Getting kids to eat takes creativity, patience and, sometimes, a bit of luck. 52 Moms Talk Food is my exploration of how inspiring moms make it happen.
A working mom of two, Becky lives with her husband, two children (8 and 4) and two cats in Atlanta. Both kids are pretty good eaters. I asked her how she manages it all… two kids, a finance career and finding balance. Here are her tips for making it happen.
Q: What is your meal philosophy?
Becky: I make one meal for everybody, and I try to make it healthy. The kids know: You eat this or you don’t eat. Most of all, I try not to get too stressed out. I always include a vegetable, but some days the vegetables are just onions and tomatoes.
Q: What is your secret weapon at dinner time?
Becky: Consistency is key. Sticking with the rules helps the kids know what’s expected. The kids know they have to try everything on the table. There are no substitutions, but they can add a little ketchup IF they first try the food as it is prepared. My youngest will eat a plate of broccoli, if he can have it with a little ketchup.
Q: Favorite tips for getting dinner on the table and getting kids to eat it?
Becky: Here are some my favorite tips:
- Teach the kids about food, particularly seasonable produce. The kids know if it’s winter, we won’t be buying strawberries.
- Plan ahead. Scheduling out the week’s meals and one weekly shopping trip is a must for me. Store apps let me keep my most-purchased items in a shopping list.
- Stay flexible. If the meal I had planned doesn’t work out one night and we have to order pizza, I let it slide. Sometimes to keep the sanity, you have to let go.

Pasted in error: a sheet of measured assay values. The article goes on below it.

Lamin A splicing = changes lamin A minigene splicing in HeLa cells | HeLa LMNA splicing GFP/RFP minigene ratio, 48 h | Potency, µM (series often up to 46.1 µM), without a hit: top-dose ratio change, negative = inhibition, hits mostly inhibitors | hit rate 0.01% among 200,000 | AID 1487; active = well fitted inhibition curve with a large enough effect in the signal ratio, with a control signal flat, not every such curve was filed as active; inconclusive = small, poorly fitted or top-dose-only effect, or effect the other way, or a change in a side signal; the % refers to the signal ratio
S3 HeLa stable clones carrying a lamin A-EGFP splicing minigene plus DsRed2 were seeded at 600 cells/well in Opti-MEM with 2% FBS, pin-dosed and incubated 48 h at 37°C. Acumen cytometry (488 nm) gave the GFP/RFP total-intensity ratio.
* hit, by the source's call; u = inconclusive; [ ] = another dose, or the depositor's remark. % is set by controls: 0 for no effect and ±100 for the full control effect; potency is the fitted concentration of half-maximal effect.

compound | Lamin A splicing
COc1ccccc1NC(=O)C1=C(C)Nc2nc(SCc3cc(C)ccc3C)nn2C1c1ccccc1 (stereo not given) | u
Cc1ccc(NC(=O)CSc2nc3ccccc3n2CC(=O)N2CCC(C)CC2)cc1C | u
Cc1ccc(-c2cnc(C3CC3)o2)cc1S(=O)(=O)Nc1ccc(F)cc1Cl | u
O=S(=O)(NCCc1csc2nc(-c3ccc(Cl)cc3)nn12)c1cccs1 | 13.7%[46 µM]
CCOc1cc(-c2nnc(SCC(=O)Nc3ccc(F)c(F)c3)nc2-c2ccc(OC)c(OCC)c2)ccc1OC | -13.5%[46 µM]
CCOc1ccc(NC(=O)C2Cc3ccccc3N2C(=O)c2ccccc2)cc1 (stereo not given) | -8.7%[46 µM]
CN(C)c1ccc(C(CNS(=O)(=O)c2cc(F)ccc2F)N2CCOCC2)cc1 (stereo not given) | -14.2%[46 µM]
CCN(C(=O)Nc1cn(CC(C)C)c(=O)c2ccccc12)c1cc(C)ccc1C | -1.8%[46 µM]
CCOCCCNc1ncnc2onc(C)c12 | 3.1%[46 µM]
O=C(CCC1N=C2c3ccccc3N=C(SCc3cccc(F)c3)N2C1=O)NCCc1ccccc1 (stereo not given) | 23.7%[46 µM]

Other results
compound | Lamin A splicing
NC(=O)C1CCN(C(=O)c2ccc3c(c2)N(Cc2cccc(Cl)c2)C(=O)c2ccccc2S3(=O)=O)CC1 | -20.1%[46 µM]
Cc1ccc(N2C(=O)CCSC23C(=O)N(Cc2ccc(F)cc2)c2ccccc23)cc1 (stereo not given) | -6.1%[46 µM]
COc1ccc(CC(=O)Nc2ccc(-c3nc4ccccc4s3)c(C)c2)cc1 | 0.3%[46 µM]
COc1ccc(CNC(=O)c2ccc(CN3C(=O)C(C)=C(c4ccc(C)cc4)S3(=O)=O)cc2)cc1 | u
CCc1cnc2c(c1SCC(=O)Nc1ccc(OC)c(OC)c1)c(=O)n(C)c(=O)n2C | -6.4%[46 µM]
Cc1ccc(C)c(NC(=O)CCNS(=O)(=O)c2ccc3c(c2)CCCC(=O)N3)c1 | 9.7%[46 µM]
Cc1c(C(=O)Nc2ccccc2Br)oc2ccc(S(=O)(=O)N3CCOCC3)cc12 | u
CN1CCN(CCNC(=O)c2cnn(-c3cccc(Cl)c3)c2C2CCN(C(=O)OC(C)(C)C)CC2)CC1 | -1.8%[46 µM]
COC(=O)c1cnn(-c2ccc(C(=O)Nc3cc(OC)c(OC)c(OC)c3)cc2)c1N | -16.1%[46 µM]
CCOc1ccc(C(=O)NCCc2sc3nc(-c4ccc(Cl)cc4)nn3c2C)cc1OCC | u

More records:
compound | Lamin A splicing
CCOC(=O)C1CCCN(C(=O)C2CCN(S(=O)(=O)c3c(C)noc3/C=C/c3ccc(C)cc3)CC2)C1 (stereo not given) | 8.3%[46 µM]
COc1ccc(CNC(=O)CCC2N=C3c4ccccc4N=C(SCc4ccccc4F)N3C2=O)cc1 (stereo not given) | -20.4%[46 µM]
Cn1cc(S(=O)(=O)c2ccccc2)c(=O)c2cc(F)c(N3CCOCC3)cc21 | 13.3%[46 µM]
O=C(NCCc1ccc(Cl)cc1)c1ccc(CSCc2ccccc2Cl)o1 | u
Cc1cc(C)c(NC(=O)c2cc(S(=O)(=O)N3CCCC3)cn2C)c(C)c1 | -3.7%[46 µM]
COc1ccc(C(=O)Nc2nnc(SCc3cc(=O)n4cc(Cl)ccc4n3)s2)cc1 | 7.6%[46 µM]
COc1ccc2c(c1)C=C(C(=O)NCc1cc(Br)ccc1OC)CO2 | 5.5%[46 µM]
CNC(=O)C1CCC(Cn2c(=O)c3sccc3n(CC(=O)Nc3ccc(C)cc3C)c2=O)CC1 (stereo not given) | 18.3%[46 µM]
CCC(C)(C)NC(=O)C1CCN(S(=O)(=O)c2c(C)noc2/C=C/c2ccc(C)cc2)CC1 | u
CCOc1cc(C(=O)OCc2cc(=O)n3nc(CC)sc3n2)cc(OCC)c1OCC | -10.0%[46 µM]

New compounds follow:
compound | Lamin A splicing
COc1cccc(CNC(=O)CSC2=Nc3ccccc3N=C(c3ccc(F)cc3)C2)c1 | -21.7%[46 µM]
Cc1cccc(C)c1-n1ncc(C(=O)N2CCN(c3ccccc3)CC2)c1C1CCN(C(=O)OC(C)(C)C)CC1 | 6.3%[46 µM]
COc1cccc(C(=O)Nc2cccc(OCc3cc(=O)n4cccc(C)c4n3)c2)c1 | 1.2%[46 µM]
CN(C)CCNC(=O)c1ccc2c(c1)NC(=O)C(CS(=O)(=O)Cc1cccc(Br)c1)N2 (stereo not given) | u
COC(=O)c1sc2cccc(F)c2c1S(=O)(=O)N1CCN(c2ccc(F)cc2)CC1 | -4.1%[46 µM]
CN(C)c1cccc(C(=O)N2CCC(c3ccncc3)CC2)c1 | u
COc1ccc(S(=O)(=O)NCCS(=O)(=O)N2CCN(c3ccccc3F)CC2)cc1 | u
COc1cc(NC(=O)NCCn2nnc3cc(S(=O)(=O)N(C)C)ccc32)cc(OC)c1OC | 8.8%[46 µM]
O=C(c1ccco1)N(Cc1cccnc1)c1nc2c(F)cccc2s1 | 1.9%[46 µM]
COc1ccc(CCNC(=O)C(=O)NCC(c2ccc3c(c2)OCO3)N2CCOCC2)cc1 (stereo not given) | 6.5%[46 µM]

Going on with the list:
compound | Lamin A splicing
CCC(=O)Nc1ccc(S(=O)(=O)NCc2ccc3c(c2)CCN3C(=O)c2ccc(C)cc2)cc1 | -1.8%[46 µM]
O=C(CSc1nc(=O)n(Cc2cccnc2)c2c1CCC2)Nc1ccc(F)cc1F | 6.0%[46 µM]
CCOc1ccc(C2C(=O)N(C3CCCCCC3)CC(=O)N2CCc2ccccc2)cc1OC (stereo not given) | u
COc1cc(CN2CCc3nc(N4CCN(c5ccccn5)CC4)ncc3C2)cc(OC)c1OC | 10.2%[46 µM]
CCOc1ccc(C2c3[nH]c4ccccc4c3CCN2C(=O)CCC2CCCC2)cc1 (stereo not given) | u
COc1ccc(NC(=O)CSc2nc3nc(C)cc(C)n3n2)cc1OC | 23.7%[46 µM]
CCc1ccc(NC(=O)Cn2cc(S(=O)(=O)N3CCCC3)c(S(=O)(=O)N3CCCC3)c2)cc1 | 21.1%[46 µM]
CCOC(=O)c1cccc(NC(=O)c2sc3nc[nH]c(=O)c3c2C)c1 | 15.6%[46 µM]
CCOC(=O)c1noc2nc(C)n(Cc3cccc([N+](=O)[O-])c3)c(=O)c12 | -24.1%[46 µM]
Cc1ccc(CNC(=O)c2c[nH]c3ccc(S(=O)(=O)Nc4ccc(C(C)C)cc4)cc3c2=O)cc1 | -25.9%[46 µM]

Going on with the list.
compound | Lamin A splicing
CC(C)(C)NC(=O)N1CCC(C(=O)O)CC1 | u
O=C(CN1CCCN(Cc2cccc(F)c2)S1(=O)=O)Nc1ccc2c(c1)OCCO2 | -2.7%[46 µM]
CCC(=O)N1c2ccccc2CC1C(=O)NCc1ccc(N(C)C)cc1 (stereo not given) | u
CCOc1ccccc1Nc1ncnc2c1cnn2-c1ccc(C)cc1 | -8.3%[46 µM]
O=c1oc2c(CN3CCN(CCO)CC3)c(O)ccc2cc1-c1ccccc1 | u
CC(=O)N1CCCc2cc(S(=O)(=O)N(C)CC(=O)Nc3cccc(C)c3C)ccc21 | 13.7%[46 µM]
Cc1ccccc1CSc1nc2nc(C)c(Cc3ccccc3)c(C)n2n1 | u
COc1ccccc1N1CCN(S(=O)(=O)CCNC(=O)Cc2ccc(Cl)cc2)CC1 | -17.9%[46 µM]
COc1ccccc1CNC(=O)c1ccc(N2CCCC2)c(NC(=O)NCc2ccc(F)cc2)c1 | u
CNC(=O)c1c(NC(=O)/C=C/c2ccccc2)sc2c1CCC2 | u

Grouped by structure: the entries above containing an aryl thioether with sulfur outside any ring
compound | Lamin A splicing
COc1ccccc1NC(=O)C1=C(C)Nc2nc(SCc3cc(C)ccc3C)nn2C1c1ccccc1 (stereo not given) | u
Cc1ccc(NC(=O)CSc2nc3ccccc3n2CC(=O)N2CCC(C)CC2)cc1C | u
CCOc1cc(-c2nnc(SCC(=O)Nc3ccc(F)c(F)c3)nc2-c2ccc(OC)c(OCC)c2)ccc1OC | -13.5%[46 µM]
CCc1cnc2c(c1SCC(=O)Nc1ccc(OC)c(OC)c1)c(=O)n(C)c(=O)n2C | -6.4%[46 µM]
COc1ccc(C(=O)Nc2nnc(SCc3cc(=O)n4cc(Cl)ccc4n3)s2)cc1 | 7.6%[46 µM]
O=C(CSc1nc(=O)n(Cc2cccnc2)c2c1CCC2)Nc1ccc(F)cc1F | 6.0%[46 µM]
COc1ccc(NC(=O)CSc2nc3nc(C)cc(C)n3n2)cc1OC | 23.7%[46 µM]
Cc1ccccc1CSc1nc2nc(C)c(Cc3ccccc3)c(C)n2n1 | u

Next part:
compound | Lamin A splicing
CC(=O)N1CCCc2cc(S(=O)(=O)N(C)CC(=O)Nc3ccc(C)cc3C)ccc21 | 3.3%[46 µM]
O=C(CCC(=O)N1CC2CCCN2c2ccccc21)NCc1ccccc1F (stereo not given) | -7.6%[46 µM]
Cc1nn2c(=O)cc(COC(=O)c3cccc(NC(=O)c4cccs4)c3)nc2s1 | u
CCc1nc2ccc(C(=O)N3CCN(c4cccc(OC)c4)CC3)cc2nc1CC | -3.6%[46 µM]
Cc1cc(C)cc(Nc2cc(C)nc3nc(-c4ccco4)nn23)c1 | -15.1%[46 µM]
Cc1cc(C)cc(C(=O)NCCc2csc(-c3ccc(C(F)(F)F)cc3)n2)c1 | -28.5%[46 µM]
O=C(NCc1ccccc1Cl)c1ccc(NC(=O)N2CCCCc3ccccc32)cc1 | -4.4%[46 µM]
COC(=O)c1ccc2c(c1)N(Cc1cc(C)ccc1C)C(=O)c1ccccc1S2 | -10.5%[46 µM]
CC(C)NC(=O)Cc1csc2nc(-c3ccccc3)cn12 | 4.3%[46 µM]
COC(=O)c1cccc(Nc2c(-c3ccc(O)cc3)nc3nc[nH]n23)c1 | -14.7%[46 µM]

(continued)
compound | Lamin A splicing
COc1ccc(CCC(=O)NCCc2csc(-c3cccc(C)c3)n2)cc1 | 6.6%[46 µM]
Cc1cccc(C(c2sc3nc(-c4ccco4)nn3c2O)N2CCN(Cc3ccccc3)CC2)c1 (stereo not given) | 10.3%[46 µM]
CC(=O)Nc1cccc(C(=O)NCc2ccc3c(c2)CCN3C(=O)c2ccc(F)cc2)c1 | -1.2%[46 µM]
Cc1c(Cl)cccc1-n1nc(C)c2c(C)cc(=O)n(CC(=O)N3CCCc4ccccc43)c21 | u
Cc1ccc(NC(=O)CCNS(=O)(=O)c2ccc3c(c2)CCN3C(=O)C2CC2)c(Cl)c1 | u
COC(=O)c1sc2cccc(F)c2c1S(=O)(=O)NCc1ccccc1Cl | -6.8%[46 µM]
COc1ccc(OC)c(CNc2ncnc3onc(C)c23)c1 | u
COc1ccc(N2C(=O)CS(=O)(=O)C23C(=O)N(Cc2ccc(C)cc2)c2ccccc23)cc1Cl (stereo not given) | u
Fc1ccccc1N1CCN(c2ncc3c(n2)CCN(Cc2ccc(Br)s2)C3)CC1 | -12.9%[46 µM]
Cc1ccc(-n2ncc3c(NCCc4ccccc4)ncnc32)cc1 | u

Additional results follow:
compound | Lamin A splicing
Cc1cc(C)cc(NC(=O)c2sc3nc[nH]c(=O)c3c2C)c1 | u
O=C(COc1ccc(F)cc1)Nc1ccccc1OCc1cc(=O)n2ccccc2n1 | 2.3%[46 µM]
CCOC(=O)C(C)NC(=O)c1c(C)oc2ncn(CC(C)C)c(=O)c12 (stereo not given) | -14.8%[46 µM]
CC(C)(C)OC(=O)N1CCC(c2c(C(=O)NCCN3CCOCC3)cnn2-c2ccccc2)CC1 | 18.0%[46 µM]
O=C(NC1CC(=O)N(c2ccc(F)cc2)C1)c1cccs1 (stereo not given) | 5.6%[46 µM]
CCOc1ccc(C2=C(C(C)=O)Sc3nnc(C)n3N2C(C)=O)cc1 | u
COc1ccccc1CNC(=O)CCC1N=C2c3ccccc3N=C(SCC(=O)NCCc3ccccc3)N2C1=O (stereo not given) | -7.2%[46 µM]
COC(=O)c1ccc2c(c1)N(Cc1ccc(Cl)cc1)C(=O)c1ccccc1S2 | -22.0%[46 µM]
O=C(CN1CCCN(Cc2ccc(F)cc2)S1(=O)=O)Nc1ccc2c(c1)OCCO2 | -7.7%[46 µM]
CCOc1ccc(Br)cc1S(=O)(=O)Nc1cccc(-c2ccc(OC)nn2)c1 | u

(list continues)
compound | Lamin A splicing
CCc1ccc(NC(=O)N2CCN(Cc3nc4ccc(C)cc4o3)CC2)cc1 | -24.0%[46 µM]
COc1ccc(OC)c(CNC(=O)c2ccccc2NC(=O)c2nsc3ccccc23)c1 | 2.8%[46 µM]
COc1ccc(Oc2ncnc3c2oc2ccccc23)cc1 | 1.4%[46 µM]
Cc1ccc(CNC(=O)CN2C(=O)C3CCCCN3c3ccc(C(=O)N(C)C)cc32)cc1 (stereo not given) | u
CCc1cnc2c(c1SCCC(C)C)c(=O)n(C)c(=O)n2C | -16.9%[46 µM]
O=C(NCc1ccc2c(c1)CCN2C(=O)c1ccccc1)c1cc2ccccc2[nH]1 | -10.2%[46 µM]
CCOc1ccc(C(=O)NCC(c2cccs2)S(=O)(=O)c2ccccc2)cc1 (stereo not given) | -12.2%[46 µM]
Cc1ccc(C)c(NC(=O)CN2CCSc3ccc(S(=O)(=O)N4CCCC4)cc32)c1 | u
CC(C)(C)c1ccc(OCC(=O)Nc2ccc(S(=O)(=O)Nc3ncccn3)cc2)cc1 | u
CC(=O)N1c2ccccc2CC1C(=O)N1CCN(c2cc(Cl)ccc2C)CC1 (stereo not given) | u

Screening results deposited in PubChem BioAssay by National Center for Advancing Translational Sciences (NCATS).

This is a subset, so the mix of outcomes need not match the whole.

Q: How do you find balance?
Becky: I set my alarm so I get up before the kids. The family knows that’s my “me” time when I sit with a cup of coffee and read a magazine. And, I set the timer for 20 minutes to work on projects that I have to tackle and then move on.
MY TAKE-AWAY: Becky practices some great feeding techniques. Consistency and planning are two keys to getting a nourishing dinner on the table. While some experts may argue against using ketchup as a motivator, Becky has found a way to entice her kids to eat vegetables. Yes, ketchup contains sugar, but I believe a little sugar in an occasional dollop of ketchup is a small trade-off for a boatload of important vitamins, minerals, dietary fiber and antioxidants found in veggies. Perhaps most importantly, Becky approaches meal times with flexibility and low stress so that her kids associate mealtimes with a calm and pleasing environment.
MOMS (AND DADS) WELCOME: Do you have a story to share? If you’d like to be profiled in 52 Moms Talk Food, drop me line at firstname.lastname@example.org.